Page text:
Starting from the experimental crystal structures, we built the following supercells for each OS, with number of molecules per supercell included in parenthesis: 14 × 14 × 1 (784) for pMSB; 2 × 2 × 28 (448) for PYR; 10 × 10 × 2 (800) for PER; 12 × 16 × 4 (1536) for NAP; 18 × 28 × 2 (2016) for ANT; 30 × 15 × 1 (1800) for RUB; 25 × 20 × 2 (2000) for DATT; 20 × 30 × 2 (2400) for PEN. Each supercell was equilibrated to a target temperature of 300 K running NVT molecular dynamics simulation for 0.5 ns in a configuration where a single molecule i is in the charged state and all other molecules neutral. The last configuration is used to run an additional 0.5 ns NVE trajectory on the same state to sample initial positions and velocities for the following FOBSH simulations. A subset of the molecules within the herringbone layer (ab plane) or orthogonal to it (c* direction) containing molecule i (as specified in more detail further below) was treated as electronically active, i.e., as “sites” for construction of the electronic Hamiltonian, with their frontier orbital (HOMO or LUMO) contributing to the expansion of the carrier wavefunction Eq. (1). All other molecules of the respective supercell were treated electronically inactive and interacted with the active region only via nonbonded interactions. The charge carrier wavefunction was initialized as the frontier orbital localized on molecule i, Ψ(0) = ϕ_{i}(0). In general, ϕ_{i}(0) is a linear combination of the adiabatic electronic states (i.e., electronic eigenstates) ψ_{j}(0), unless λ is sufficiently large so that ϕ_{i}(0) = ψ_{0}(0); hence the active adiabatic potential energy surface on which the nuclei initially propagate was chosen randomly with a probability proportional to 〈ψ_{j}(0)Ψ(0)〉^{2}. The electronic Schrödinger equation (Eq. (2)) was integrated using the RungeKutta 4th order algorithm and the nuclei were propagated using the velocity Verlet algorithm. The electronic time step was set to be one fifth of the MD time step. The latter is equal to 0.1 fs, as optimized before for similar πconjugated systems^{22}, except for pMSBh^{+}, PERe^{−}c* and PYRe^{−}c*, where a MD time step of 0.05 fs was used. Every MD time step the surface hopping probability and the nonadiabatic coupling vectors (NACVs) are calculated and after a successful hop the velocity component parallel to the NACV is rescaled to conserve total energy^{22}. After an unsuccessful (“frustrated”) hop the sign of the velocity component parallel to the NACV was inverted following Tully’s prescription^{44} which was found to slightly improve internal consistency^{22}. Statetracking for detection of trivial crossings, decoherence correction and a projection algorithm for removal of decoherence correctioninduced artificial longrange charge transfer were applied as described in ref. ^{23}. All surface hopping simulations were carried out in the NVE ensemble using our inhouse implementation of FOBSH in the CP2K simulation package^{45}.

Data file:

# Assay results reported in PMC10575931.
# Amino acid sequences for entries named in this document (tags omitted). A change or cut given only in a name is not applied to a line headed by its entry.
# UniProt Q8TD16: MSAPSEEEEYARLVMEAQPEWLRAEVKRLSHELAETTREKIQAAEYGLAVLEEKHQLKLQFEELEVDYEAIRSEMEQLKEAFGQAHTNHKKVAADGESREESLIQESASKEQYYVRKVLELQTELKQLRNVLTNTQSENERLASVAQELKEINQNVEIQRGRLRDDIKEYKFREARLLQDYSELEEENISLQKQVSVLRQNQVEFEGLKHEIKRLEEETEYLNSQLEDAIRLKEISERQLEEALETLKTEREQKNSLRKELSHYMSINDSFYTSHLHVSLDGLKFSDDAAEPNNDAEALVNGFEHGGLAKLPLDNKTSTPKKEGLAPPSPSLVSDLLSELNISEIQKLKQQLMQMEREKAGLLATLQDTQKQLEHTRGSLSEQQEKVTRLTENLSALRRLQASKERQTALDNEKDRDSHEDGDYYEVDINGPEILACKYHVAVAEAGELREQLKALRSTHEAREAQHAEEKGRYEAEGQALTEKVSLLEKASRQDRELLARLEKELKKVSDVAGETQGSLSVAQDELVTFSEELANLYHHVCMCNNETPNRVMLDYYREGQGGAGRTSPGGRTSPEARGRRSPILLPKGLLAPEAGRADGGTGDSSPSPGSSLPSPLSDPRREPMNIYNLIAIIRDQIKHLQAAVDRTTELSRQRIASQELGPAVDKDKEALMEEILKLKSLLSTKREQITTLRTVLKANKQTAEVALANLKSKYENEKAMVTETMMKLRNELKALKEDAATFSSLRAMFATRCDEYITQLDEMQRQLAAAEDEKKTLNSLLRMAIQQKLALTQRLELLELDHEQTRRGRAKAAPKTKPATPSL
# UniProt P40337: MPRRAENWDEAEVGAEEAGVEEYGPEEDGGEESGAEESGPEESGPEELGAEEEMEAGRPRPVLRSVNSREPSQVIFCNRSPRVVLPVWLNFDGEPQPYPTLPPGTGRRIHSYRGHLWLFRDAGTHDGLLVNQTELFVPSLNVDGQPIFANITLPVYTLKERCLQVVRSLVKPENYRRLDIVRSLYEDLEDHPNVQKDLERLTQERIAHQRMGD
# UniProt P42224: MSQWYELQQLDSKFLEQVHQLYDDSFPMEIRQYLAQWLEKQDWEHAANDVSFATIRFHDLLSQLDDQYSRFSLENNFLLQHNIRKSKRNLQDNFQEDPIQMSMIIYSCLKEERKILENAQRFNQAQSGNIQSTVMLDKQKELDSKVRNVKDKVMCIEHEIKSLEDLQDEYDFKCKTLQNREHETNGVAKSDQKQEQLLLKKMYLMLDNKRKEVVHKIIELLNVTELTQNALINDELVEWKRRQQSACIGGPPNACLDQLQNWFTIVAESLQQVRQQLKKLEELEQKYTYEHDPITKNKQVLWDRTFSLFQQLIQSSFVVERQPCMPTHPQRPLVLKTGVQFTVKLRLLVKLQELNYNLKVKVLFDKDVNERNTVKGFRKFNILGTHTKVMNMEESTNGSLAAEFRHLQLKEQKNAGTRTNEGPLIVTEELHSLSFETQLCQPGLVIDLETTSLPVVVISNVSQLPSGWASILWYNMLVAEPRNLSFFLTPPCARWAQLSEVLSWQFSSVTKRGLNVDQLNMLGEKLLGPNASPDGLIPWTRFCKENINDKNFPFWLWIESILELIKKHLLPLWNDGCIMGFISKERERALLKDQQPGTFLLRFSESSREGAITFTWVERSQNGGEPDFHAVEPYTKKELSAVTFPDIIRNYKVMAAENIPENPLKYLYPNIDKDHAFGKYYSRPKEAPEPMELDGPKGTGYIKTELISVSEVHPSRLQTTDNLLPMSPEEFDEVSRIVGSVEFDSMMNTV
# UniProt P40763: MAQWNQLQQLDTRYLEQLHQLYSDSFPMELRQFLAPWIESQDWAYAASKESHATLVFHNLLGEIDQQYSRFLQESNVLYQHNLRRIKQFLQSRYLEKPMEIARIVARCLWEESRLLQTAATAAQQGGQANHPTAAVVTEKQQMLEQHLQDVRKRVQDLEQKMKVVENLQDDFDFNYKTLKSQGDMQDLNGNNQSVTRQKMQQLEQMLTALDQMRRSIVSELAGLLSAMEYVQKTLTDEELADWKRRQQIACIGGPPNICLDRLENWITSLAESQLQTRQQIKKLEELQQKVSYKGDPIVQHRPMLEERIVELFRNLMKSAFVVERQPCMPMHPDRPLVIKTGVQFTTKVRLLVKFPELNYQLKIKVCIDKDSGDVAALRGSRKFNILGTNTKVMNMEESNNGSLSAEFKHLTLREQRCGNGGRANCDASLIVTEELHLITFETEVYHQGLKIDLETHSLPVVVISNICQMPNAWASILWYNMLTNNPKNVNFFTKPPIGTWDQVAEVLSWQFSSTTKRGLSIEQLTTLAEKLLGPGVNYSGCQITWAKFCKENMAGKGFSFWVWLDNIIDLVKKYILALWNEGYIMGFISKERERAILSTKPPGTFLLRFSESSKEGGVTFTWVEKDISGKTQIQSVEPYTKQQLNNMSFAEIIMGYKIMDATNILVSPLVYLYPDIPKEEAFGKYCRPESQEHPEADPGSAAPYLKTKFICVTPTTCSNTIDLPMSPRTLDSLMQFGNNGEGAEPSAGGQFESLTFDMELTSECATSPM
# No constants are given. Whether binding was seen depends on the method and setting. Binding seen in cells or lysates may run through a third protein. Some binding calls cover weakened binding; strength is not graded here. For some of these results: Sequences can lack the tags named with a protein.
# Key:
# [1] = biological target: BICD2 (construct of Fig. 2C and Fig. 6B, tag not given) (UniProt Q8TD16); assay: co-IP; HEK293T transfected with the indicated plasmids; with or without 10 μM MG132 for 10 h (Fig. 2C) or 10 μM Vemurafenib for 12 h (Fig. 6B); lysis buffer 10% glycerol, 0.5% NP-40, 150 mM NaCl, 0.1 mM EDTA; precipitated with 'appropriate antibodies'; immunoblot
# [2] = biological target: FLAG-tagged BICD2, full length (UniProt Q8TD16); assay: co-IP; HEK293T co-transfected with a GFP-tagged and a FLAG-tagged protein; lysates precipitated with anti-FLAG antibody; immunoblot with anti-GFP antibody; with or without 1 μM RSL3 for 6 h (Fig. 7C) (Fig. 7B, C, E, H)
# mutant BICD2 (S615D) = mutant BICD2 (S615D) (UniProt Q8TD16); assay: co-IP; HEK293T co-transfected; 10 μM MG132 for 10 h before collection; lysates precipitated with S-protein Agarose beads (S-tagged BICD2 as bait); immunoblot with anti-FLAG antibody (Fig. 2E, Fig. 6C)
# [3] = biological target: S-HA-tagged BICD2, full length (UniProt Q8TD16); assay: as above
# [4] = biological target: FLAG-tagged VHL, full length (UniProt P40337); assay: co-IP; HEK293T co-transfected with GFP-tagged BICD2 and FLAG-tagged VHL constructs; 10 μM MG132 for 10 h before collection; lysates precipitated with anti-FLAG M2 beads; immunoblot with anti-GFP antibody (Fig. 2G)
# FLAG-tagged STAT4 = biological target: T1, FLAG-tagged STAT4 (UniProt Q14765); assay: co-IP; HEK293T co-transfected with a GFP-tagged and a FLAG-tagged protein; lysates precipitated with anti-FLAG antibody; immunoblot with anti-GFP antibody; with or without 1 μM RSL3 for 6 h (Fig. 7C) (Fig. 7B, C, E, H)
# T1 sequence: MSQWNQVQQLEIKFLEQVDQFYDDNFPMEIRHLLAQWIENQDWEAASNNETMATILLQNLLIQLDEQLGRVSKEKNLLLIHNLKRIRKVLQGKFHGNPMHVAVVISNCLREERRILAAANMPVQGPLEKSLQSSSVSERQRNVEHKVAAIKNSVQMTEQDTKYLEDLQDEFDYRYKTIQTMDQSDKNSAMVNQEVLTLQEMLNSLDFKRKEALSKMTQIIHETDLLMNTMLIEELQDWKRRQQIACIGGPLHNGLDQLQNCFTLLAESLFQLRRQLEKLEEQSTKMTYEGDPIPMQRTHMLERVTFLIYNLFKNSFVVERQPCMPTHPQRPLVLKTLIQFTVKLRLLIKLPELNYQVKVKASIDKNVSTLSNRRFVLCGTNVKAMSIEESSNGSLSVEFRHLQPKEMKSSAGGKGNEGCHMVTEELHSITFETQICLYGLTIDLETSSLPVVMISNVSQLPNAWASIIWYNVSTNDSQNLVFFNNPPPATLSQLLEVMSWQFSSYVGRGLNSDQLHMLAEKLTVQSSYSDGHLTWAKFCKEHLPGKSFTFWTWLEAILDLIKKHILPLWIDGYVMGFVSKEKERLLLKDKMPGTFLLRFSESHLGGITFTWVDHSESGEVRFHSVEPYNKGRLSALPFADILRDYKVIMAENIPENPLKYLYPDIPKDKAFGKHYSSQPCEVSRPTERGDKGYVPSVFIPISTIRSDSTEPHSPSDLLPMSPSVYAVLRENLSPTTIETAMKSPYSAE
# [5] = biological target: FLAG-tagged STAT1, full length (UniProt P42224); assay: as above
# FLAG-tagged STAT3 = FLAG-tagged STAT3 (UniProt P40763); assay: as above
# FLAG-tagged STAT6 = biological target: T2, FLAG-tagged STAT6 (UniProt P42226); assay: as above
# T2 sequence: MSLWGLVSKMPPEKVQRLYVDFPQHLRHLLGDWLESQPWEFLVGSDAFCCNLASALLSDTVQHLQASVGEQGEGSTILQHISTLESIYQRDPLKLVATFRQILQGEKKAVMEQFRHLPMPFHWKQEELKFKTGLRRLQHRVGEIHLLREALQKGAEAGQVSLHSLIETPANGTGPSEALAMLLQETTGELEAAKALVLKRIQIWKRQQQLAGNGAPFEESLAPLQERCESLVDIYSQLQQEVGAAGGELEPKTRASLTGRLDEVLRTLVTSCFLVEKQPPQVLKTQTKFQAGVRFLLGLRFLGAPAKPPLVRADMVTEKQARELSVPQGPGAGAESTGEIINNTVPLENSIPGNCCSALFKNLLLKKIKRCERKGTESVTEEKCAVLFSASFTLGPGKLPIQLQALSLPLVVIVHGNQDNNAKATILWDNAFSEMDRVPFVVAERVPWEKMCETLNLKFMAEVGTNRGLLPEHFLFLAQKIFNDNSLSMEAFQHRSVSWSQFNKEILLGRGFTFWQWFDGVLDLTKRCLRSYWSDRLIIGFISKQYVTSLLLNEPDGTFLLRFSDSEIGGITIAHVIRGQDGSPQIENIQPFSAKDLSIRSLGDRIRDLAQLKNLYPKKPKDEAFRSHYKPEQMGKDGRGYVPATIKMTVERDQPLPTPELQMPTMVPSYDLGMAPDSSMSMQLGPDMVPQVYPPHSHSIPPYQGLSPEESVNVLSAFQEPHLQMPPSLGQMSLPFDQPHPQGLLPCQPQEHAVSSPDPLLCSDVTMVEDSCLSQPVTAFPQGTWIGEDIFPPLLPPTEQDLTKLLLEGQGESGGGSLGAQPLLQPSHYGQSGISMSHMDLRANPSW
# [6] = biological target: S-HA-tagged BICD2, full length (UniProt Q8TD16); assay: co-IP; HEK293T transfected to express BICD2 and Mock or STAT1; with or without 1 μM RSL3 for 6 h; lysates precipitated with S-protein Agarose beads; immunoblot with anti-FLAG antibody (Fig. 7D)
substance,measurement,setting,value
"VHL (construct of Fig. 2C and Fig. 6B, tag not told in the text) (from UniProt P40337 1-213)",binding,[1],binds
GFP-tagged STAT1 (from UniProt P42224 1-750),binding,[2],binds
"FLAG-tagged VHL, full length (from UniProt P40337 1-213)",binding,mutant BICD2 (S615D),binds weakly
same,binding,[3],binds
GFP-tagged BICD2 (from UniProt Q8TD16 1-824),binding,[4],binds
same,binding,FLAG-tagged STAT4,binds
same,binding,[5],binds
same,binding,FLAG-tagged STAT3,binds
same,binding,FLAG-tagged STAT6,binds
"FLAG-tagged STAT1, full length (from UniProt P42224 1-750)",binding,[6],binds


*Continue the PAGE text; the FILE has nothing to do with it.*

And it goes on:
Calculation of IPR
The carrier wavefunction Ψ(t) was used to calculate the two main observables in this work, polaron size defined by the inverse participation ratio (IPR), and charge mobility, μ_{SH}. The IPR is a common measure for the number of molecules over which the carrier wavefunction is delocalized^{12,14,17,20},
where u_{v,n}(t) is the expansion coefficient for the site orbital on molecule v in trajectory n, N_{mol} is the total number of electronically active molecules and N_{traj} the number of FOBSH trajectories. At first we investigated the convergence of the timeaveraged IPR with respect to the number of electronically active molecules within the herringbone layer. While for low mobility OSs a few dozens of electronically active molecules are sufficient to converge the IPR, for medium and high mobility OSs a few hundred molecules within a herringbone layer are required. The convergence for NAPH, PER, ANT, RUB, DATT, and PEN are shown in Supplementary Fig. 6, where each data point is an average over at least 200 FOBSH trajectories of length 1 ps. On this basis, we chose for calculation of the IPR in Figs. 2 and 4 a squareshaped region of the herringbone layer containing the following number of electronically active molecules: 112 for pMSB; 315 for PER; 238 for NAP; 323 for ANT; 783 for RUB, 888 for DATT, 900 for PEN. For PYR and PER in the orthogonal c* directions a 1D chain was selected as detailed below. For each system 600 FOBSH trajectories of length 1 ps were run. After an initial relaxation time of about 200 fs, during which the initially localized polaron expands to its average size, the IPR, Eq. (5), was blockaveraged over the remainder of the trajectories (Fig. 4b).